As if too much spontaneity was the problem discouraging us all to vote, legislated voting dates have taken some of the fun out of Canadian politics without producing any great revival of democratic engagement. An unintended byproduct has been a move to interminable, American-style campaigning that leads in to the official writ period.
Refreshingly, the province that celebrates itself as the birthplace of parliamentary democracy in Canada is the only one left in the country that hasn’t jumped on the bandwagon of legislated election dates.
But wait! That Nova Scotia hasn’t yet given in to the trend of fixed election dates may yet present an opportunity to build a more formal foundation for meaningful co-operation across Atlantic Canada.
The recent release of 2016 census numbers is the latest grim reminder that massive change is needed to stem the tide of the sinking economic, fiscal and demographic metrics afflicting the entire region. The brand of region-building projects needed to turn things around in the east are the same types of major projects that most governments aren’t comfortable undertaking when there is an election waiting around the corner. And the problem in Atlantic Canada is that there is always an election waiting around the corner.
With four election cycles in play at all times, it leaves only a few limited windows of opportunity to strike big, game-changing partnerships and initiatives, the kind Atlantic Canada needs today to reset its economic, fiscal and demographic course. One practical way to widen that window of opportunity would be to finally establish a fixed election date in Nova Scotia and align it and the election dates of each other Atlantic province.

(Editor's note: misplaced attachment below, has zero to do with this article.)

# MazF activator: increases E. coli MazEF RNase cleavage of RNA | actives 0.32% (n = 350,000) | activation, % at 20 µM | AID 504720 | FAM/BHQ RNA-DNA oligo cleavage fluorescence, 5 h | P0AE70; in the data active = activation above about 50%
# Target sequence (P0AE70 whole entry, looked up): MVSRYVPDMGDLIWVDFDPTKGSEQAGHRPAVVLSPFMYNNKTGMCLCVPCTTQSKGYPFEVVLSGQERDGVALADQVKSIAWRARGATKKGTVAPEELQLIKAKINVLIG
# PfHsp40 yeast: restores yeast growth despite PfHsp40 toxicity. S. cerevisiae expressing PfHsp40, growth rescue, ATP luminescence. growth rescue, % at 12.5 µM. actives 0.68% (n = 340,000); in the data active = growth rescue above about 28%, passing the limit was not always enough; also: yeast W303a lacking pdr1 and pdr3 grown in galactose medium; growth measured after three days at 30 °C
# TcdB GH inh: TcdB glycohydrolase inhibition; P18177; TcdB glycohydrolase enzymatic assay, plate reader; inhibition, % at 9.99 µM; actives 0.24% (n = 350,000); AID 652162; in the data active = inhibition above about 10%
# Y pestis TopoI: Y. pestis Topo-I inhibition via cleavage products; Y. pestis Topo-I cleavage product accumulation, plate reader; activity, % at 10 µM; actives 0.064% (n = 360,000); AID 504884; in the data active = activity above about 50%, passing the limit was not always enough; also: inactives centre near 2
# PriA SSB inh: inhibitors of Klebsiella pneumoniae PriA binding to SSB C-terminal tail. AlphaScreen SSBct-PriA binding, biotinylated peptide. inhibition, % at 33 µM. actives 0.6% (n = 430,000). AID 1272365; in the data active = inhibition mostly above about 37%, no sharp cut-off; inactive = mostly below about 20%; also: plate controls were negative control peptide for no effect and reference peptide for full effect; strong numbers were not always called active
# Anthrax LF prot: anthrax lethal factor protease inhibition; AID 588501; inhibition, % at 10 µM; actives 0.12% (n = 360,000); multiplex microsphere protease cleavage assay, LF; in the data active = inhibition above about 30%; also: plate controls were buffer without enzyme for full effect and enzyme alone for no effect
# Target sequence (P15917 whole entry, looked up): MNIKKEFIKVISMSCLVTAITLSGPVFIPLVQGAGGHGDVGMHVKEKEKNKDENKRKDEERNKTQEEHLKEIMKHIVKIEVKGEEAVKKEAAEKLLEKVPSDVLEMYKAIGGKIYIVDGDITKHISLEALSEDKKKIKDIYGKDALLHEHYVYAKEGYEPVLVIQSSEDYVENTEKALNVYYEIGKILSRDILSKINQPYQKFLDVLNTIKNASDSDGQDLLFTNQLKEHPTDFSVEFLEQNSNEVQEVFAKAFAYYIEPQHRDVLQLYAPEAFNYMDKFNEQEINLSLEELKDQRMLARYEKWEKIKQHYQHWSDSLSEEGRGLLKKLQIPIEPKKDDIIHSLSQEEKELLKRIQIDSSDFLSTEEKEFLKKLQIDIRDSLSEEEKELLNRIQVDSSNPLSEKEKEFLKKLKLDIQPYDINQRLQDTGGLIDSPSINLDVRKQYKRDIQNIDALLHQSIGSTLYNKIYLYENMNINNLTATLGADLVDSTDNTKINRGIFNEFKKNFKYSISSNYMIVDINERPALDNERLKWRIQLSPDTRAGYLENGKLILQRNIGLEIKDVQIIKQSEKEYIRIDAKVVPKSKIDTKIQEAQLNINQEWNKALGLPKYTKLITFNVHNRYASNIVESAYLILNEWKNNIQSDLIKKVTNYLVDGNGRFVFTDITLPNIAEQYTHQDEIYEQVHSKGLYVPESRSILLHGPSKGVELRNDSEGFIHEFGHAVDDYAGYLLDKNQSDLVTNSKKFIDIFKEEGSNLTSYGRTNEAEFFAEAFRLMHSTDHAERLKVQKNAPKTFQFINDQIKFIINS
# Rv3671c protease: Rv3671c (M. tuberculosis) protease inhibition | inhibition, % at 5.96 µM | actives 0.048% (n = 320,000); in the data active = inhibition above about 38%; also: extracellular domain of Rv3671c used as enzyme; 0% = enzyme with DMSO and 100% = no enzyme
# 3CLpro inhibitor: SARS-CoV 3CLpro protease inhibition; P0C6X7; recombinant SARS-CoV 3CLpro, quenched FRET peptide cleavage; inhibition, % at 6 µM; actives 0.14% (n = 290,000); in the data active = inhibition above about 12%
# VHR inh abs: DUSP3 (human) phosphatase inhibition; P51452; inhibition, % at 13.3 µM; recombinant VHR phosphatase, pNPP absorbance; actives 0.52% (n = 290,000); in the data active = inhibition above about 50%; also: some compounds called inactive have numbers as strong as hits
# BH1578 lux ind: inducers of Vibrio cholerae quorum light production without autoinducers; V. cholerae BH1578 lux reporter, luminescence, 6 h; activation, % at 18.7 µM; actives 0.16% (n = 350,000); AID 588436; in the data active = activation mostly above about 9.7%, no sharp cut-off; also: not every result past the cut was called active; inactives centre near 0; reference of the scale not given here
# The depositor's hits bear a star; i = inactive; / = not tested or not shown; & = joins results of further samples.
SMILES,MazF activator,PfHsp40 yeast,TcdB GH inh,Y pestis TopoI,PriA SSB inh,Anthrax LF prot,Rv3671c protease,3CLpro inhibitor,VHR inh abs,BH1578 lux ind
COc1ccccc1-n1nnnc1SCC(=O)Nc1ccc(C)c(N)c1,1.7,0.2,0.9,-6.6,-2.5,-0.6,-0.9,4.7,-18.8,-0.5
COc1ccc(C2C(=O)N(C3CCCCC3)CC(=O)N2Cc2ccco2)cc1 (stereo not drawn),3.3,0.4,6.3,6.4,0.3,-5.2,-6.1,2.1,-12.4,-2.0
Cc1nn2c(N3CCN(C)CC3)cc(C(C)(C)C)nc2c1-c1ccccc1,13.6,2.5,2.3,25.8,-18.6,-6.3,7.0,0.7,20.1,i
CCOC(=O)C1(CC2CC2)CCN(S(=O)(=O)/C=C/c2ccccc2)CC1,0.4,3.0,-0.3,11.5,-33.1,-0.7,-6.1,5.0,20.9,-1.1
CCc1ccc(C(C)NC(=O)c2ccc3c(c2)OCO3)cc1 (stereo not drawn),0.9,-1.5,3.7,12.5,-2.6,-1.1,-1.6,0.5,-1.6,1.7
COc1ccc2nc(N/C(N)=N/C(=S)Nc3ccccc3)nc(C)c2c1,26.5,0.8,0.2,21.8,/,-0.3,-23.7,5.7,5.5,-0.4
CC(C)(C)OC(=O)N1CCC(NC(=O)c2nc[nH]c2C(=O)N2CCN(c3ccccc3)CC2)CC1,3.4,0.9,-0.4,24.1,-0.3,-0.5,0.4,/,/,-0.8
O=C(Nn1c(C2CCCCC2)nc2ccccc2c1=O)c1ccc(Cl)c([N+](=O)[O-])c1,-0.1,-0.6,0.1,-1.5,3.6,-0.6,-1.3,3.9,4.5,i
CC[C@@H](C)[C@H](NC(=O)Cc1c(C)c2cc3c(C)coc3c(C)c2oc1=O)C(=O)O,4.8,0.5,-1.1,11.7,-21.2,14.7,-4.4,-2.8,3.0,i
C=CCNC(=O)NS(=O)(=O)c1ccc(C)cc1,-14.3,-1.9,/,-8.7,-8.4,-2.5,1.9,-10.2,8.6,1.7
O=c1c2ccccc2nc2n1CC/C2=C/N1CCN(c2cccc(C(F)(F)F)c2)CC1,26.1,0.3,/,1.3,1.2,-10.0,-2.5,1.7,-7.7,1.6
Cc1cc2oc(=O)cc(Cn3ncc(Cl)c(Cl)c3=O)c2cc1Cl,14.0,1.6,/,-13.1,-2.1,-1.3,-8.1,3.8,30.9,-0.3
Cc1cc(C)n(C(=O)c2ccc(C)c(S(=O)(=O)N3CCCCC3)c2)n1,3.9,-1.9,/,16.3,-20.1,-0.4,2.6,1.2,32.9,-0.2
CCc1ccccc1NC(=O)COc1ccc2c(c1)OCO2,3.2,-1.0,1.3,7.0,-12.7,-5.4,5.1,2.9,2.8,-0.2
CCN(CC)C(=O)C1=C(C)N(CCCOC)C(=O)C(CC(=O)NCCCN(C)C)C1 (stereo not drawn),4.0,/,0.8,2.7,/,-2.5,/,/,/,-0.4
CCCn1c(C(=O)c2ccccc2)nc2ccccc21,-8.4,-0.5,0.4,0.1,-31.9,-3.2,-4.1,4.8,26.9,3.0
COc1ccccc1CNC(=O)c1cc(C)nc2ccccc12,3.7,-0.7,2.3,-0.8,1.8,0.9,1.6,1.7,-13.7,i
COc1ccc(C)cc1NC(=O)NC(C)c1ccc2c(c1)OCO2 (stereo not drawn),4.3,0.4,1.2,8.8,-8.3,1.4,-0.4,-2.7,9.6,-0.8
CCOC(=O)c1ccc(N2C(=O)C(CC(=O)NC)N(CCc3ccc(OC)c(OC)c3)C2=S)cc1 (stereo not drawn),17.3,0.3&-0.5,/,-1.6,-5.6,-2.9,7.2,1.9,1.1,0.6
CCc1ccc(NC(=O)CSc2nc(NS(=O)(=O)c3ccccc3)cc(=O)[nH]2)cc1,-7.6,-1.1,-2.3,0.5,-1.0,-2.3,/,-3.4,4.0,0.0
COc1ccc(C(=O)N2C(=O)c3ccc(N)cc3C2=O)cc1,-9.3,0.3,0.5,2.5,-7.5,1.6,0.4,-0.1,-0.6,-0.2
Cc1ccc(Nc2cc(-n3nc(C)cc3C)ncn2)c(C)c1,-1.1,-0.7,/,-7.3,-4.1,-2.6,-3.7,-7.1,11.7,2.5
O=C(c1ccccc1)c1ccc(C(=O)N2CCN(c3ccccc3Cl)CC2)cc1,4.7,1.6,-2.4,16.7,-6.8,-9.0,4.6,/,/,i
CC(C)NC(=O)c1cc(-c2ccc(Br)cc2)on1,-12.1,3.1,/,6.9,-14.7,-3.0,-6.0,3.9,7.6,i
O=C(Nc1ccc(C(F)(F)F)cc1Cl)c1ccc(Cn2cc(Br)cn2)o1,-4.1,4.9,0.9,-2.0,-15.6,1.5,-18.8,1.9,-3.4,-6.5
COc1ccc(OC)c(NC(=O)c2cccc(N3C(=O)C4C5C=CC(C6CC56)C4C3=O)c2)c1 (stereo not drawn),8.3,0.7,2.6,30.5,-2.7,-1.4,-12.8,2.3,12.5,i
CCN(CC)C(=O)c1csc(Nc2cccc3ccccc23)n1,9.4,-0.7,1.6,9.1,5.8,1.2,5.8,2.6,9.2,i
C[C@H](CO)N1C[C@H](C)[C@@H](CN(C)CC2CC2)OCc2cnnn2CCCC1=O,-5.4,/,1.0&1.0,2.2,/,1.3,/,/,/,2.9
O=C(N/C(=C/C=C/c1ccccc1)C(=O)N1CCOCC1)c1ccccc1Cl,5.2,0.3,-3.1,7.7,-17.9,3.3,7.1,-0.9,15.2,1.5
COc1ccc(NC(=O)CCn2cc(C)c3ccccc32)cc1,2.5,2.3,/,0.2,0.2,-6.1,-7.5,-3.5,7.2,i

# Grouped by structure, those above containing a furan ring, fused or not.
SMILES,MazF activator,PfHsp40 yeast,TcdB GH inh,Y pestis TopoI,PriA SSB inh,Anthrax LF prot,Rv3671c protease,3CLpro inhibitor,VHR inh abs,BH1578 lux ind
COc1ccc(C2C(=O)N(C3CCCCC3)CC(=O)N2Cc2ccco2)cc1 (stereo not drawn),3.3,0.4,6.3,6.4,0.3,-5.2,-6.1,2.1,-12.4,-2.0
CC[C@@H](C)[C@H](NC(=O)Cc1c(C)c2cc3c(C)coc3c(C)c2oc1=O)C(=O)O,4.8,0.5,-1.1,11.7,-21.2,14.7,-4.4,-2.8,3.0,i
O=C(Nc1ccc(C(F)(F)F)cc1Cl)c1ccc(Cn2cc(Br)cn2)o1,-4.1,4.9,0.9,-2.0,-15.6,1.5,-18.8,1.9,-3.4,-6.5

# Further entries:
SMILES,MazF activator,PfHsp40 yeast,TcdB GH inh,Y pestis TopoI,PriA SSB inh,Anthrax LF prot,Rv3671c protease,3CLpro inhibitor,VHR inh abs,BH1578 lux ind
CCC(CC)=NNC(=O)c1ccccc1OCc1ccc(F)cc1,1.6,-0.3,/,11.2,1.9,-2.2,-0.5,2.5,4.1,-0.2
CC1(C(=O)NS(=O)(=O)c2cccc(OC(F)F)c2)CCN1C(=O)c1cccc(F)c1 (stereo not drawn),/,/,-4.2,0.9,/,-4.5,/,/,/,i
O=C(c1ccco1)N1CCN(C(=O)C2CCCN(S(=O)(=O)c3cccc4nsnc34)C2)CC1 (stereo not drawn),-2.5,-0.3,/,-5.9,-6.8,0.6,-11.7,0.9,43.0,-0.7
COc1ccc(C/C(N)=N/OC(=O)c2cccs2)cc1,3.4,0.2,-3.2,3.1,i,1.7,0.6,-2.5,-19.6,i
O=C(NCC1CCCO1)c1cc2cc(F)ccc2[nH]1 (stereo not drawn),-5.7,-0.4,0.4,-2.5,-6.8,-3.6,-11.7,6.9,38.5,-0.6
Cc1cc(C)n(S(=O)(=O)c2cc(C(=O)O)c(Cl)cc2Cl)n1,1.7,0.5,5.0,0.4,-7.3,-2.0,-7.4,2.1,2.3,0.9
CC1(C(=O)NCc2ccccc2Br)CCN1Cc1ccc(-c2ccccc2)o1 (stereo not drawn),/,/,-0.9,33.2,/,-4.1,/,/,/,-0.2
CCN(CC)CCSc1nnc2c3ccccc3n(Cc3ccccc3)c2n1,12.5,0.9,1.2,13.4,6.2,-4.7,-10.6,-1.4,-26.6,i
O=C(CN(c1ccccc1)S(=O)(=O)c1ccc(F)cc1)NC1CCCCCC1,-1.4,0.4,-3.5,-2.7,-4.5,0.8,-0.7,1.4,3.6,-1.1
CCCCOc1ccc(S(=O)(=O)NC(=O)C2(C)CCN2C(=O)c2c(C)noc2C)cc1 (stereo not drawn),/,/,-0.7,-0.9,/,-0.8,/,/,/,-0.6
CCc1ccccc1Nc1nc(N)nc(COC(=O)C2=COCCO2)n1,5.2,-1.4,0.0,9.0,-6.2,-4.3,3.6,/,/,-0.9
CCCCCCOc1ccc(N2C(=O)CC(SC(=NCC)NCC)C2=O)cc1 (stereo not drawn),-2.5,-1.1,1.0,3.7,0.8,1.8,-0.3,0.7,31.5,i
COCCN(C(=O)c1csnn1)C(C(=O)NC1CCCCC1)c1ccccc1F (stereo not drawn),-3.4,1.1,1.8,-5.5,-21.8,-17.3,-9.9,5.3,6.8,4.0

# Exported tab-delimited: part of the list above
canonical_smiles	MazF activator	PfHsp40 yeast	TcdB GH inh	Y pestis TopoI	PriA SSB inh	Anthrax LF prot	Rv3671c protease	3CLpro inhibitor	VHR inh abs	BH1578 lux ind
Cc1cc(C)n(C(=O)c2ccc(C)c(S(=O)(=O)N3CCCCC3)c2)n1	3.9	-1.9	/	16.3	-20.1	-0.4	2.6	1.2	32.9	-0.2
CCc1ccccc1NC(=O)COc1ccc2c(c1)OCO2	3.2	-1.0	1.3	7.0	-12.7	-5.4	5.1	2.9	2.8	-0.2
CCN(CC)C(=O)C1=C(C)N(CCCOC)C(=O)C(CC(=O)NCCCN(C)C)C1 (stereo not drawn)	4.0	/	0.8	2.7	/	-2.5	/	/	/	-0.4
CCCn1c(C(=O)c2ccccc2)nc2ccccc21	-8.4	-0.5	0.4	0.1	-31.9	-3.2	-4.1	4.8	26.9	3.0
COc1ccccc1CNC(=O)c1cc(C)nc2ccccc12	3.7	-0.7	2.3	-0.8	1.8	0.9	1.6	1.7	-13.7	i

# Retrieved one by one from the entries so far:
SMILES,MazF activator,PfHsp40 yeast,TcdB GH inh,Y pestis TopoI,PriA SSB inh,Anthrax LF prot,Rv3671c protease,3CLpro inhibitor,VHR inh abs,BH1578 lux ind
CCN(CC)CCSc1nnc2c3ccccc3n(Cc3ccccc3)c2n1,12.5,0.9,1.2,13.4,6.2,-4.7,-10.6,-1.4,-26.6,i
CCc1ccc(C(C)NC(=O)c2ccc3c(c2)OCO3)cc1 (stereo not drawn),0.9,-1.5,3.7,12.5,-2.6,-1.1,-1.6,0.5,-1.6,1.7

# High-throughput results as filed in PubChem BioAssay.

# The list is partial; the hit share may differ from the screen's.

This would move voters, and their leaders, to the same political tide clock, one that can serve as a platform to improve the lives of the 2.3 million people who call Canada’s East Coast home.
In Nova Scotia, New Brunswick and Prince Edward Island, the idea of forming a Maritime Union is indeed as old as Canada itself. The Fathers of Confederation hijacked the idea and stretched it west. Now, why can’t the idea be reclaimed, re-engineered and stretched eastward from the Appalachian range into the North Atlantic?
Proponents of a formal union of Maritime or Atlantic provinces make many compelling points, but it is terribly unlikely it will gain any traction before it is too late.
Alternatively, a co-ordinated election date would not only address the issue of political hibernation around campaign and pre-campaign countdowns, it would also provide the opportunity to present voters across the region with referenda on major questions, such as governance of utilities, Crown corporations and new policy positions on internal and foreign trade, labour and immigration.
Think of how common election mandates might embolden premiers to work together to establish positions on urgent matters like softwood lumber tariffs, the renegotiation of NAFTA and changes to resource rules like fishing quotas.
By working together more formally and creatively, Atlantic Canada can move in the polar-opposite direction of the go-it-alone zeitgeist that has propelled Brexit and Trump-brand politics, and build a collective strength that is greater than the sum of its parts.
Of course, political parties will argue there is already plenty of co-operation going on between the provinces, but that is mostly when co-operation is convenient. Political convenience on really big, important issues is too rare to count on. In Atlantic Canada, premiers share an undeniably genuine desire to improve life in their home provinces, but they also share an equally genuine desire to be re-elected. These two genuine desires don’t interfere with each other in and of themselves, but when it comes to working together on big ideas and initiatives across provincial lines, the timing of elections are getting in the way of transformative action.